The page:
Adaptive Background Defogging with Foreground Decremental Preconditioned Conjugate Gradient
The quality of outdoor surveillance videos are always degraded by bad weathers, such as fog, haze, and snowing. The degraded videos not only provide poor visualizations, but also increase the difficulty of vision-based analysis such as foreground/background segmentation. However, haze/fog removal has never been an easy task, and is often very time consuming. Most of the existing methods only consider a single image, and no temporal information of a video is used. In this paper, a novel adaptive background defogging method is presented. It is observed that most of the background regions between two consecutive video frames do not vary too much. Based on this observation, each video frame is firstly defogged by a background transmission map which is generated adaptively by the proposed foreground decremental preconditioned conjugate gradient (FDPCG). It is shown that foreground/background segmentation can be improved dramatically with such background-defogged video frames. With the help of a foreground map, the defogging of foreground regions is then completed by 1) foreground transmission estimation by fusion, and 2) transmission refinement by the proposed foreground incremental preconditioned conjugate gradient (FIPCG). Experimental results show that the proposed method can effectively improve the visualization quality of surveillance videos under heavy fog and snowing weather. Comparing with the state-of-the-art image defogging methods, the proposed method is much more efficient.
KeywordsVideo Frame Surveillance Video IEEE Conf Foreground Object Foreground Region
Unable to display preview. Download preview PDF.
- 1.Narasimhan, S., Nayar, S.: Chromatic framework for vision in bad weather. In: Proc. IEEE Conf. Computer Vision and Pattern Recognition, CVPR, Hilton Head, SC, USA, pp. 598–605 (2000)Google Scholar
- 2.Nayar, S., Narasimhan, S.: Vision in bad weather. In: Proc. International Conference on Computer Vision, ICCV, Kerkyra, Corfu, Greece, pp. 820–827 (1999)Google Scholar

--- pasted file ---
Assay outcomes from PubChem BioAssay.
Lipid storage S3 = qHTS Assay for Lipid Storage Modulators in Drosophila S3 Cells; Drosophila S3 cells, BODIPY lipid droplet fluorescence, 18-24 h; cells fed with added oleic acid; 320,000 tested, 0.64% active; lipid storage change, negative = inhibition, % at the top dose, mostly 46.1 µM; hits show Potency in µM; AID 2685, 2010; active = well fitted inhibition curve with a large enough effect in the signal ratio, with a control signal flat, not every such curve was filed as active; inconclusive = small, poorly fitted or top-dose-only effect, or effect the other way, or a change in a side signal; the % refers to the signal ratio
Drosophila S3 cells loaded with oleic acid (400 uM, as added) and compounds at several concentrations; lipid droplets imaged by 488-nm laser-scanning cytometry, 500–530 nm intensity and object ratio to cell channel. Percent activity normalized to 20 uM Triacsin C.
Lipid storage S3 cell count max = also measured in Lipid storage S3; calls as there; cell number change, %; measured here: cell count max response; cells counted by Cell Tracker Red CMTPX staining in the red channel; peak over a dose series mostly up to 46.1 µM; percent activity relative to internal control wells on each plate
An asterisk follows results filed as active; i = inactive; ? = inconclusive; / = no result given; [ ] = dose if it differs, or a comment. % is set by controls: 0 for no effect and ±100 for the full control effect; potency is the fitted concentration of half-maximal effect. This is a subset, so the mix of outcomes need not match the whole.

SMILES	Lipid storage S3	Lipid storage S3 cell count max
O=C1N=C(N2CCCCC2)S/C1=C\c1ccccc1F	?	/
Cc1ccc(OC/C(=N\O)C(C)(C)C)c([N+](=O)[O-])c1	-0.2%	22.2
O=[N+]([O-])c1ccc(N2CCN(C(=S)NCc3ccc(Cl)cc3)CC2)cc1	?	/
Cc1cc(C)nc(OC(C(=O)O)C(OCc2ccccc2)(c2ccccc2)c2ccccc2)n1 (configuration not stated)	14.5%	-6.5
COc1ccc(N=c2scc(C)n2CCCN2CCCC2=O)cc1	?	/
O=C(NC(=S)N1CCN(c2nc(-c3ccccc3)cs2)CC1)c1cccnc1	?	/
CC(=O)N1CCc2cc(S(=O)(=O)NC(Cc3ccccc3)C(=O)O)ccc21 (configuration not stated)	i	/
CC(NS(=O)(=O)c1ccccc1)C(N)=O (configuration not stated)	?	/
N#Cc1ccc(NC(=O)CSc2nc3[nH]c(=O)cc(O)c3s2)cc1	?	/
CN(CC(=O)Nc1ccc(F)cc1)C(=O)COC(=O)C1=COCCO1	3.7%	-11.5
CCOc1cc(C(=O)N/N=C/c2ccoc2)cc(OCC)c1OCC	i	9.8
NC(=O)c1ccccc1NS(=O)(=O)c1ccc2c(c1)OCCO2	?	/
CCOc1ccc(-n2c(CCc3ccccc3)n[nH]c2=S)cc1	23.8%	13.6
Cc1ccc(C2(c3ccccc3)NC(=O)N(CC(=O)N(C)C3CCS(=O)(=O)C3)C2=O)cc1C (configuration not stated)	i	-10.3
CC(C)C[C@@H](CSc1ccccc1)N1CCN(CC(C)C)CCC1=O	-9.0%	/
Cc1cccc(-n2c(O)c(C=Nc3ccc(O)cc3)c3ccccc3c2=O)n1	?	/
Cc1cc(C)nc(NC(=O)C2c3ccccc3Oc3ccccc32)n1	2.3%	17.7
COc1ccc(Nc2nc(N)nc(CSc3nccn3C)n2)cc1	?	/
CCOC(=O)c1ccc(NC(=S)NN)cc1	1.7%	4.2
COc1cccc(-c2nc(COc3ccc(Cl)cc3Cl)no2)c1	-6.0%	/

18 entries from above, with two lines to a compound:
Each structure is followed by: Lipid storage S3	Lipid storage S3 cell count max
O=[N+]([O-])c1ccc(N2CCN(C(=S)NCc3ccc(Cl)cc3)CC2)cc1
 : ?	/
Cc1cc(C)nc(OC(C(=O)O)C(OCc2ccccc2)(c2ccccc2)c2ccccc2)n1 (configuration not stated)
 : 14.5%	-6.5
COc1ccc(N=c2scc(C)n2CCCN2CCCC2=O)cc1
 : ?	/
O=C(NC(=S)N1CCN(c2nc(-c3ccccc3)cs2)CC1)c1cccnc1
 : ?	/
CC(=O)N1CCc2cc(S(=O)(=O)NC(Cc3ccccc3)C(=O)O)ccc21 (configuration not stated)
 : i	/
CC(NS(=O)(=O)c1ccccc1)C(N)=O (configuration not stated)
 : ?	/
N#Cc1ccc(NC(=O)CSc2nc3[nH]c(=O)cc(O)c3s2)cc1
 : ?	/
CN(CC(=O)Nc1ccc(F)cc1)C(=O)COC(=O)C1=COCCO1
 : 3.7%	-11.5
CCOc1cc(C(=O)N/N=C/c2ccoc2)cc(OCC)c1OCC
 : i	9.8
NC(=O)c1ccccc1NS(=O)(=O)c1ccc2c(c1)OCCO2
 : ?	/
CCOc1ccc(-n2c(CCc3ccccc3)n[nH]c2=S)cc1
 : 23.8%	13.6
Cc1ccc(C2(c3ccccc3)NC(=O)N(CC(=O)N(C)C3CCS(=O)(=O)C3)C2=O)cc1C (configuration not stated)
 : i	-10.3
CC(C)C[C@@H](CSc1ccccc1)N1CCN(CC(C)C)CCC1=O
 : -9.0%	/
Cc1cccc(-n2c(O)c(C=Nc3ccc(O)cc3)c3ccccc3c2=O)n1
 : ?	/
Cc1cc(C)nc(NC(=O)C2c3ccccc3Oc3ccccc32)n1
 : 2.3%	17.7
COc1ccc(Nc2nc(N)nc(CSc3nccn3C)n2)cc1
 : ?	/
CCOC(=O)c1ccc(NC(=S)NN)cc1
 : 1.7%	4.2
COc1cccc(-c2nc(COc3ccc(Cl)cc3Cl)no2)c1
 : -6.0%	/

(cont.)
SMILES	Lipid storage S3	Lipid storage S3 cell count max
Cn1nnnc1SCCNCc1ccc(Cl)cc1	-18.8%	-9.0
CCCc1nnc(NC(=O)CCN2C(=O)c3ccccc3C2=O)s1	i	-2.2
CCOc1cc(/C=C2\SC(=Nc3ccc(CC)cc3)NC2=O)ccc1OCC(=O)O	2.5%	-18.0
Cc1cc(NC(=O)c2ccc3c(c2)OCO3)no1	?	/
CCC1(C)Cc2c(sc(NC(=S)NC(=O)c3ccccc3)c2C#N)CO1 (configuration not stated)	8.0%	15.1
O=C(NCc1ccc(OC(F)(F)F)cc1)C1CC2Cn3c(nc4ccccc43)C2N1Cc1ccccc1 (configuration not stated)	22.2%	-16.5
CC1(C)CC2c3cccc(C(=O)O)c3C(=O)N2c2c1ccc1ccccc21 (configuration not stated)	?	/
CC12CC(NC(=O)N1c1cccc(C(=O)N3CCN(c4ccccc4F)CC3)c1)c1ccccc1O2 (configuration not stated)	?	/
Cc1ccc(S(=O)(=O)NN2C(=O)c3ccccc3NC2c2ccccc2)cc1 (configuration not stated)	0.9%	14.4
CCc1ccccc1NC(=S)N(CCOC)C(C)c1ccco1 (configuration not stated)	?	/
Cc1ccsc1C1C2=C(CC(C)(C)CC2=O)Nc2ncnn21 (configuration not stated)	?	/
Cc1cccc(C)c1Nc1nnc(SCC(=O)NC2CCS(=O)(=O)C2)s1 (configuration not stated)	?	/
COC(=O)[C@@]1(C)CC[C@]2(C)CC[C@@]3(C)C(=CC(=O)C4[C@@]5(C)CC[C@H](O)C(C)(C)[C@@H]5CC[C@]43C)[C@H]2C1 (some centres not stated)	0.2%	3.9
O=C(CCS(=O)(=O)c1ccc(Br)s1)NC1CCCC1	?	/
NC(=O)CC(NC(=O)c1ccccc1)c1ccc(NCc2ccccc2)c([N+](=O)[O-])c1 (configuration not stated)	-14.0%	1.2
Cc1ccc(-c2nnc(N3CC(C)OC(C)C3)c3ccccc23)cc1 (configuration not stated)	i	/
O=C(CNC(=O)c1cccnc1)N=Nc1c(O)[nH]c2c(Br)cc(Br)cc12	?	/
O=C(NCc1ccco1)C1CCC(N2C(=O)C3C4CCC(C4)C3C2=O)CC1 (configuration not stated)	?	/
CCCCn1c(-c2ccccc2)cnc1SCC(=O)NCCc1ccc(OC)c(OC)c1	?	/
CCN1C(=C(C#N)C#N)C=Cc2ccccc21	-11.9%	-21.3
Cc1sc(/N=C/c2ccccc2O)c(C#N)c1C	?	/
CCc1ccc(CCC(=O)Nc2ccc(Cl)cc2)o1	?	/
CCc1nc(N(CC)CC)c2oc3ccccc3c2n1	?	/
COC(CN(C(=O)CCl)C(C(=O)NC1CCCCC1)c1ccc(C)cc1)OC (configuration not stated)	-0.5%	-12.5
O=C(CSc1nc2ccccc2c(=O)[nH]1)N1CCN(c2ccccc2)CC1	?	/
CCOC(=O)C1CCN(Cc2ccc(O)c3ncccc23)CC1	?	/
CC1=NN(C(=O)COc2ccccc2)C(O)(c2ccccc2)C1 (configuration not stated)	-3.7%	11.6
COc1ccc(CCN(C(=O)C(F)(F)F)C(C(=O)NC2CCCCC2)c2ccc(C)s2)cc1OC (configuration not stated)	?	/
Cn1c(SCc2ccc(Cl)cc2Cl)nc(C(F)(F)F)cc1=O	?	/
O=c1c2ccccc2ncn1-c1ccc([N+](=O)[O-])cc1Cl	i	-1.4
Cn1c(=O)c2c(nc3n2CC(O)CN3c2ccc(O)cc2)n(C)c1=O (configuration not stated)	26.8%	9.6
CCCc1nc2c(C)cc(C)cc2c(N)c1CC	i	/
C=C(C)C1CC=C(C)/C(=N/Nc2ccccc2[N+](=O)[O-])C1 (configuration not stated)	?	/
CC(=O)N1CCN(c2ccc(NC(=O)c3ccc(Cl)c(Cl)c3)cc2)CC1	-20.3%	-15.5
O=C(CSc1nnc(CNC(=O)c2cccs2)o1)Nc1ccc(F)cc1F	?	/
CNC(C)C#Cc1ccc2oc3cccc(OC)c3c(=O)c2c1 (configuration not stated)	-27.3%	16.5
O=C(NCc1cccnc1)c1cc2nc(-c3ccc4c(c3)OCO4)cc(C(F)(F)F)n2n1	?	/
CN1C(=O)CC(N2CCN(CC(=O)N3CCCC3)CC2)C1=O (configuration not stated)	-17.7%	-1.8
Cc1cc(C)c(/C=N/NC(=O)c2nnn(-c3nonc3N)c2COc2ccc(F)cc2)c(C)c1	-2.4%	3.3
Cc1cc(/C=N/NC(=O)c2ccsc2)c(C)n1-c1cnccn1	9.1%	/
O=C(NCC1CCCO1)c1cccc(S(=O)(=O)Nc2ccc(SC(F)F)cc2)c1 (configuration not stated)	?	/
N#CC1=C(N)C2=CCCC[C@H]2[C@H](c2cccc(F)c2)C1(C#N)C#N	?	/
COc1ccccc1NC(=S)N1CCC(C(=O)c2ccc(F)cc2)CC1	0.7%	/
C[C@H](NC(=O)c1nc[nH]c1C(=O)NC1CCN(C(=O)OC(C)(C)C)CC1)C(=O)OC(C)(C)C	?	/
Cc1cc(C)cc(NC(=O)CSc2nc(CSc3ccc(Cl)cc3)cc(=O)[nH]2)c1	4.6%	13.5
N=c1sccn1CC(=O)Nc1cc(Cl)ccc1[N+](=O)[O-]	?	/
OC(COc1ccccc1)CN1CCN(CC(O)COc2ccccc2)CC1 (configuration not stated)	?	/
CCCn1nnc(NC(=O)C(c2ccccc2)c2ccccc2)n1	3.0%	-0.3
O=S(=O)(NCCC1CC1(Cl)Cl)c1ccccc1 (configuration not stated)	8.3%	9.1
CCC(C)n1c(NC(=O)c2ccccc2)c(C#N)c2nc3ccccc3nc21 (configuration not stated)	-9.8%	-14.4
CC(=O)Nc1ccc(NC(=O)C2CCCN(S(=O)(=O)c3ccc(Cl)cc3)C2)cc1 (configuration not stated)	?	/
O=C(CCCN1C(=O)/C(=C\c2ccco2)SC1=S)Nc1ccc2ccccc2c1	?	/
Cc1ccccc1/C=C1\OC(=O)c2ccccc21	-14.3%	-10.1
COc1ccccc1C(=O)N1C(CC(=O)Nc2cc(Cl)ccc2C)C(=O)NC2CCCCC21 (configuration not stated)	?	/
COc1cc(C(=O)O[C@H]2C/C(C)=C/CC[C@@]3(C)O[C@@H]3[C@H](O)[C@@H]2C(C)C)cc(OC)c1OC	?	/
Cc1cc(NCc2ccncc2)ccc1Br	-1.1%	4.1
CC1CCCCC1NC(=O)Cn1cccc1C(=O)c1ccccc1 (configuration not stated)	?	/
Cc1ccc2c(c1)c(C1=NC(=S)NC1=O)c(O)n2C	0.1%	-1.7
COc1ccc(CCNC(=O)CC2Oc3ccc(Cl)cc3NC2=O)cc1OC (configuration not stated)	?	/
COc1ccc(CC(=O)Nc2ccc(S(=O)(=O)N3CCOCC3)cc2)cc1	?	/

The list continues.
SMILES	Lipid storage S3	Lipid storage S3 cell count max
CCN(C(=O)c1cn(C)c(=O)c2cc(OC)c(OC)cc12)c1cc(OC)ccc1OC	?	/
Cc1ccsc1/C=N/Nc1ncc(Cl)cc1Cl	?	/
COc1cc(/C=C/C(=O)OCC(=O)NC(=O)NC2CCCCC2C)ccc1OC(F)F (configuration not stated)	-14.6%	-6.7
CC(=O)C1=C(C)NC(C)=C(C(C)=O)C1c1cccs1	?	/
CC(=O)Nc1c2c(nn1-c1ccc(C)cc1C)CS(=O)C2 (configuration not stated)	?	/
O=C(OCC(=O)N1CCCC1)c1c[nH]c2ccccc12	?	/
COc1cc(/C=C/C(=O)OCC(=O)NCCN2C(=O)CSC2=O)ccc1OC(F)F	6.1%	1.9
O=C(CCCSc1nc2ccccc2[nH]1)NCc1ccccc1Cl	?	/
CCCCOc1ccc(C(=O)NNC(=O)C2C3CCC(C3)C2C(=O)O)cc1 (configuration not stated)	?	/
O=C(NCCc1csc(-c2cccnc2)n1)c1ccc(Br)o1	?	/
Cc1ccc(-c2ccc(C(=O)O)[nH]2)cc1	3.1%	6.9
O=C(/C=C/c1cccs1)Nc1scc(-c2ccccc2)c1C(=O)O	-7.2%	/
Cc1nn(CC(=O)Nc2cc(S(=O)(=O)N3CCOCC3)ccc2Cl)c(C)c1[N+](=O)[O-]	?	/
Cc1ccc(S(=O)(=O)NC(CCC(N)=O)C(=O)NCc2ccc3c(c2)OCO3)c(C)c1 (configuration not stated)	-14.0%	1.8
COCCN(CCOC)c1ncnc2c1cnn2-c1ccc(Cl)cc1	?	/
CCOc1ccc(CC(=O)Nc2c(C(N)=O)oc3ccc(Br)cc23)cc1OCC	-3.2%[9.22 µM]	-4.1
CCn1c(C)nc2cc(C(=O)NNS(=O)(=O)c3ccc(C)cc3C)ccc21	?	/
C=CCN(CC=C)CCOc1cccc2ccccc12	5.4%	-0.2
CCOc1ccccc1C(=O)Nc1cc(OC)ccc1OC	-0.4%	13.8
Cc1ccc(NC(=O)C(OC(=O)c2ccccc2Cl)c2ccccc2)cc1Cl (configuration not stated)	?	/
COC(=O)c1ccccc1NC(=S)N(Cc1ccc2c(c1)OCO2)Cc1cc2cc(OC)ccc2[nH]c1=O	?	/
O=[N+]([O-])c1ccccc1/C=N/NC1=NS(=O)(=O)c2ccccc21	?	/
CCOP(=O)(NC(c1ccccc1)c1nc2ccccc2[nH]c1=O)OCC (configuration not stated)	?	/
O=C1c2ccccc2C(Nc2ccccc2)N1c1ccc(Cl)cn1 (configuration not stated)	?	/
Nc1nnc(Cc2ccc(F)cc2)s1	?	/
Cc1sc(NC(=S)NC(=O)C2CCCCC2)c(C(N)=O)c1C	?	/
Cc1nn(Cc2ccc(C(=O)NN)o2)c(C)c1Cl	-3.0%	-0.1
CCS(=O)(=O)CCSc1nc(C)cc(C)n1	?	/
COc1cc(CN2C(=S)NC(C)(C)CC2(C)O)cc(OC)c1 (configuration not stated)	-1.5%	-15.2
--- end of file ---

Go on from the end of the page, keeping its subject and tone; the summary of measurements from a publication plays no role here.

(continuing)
- 3.Shwartz, S., Namer, E., Schechner, Y.: Blind haze separation. In: Proc. IEEE Conf. Computer Vision and Pattern Recognition, CVPR, New York, NY, USA, pp. 1984–1991 (2006)Google Scholar
- 4.Tan, R.: Visibility in bad weather from a single image. In: Proc. IEEE Conf. Computer Vision and Pattern Recognition, CVPR, Anchorage, Alaska, USA (2008)Google Scholar
- 5.Fattal, R.: Single image dehazing. In: Proc. SIGGRAPH, Los Angeles, California, USA (2008)Google Scholar
- 6.He, K., Sun, J., Tang, X.: Single image haze removal using dark channel prior. In: Proc. IEEE Conf. Computer Vision and Pattern Recognition, CVPR, Miami, Florida, USA, pp. 1956–1963 (2009)Google Scholar
- 7.Ancuti, C., Ancuti, C., Bekaert, P.: Effective single image dehazing by fusion. In: Proc. IEEE Conf. International Conference on Image Processing, ICIP, Hong Kong, China (2010)Google Scholar
- 10.Dong, W., Jia, Z., Shao, J., Li, Z., Liu, F., Zhao, J., Peng, P.Y.: Adaptive object detection and visibility improvement in foggy image. Journal of Multimedia 6 (2011)Google Scholar
- 11.Levin, A., Lischinski, D., Weiss, Y.: A closed form solution to natural image matting. In: Proc. IEEE Conf. Computer Vision and Pattern Recognition, CVPR, New York, NY, USA, pp. 61–68 (2006)Google Scholar
- 13.Yuk, J.S.C., Wong, K.Y.K.: An efficient pattern-less background modeling based on scale invariant local states. In: Proc. IEEE International Conference on Advanced Video and Signal-Based Surveillance, AVSS, Klagenfurt, Austria, pp. 285–290 (2011)Google Scholar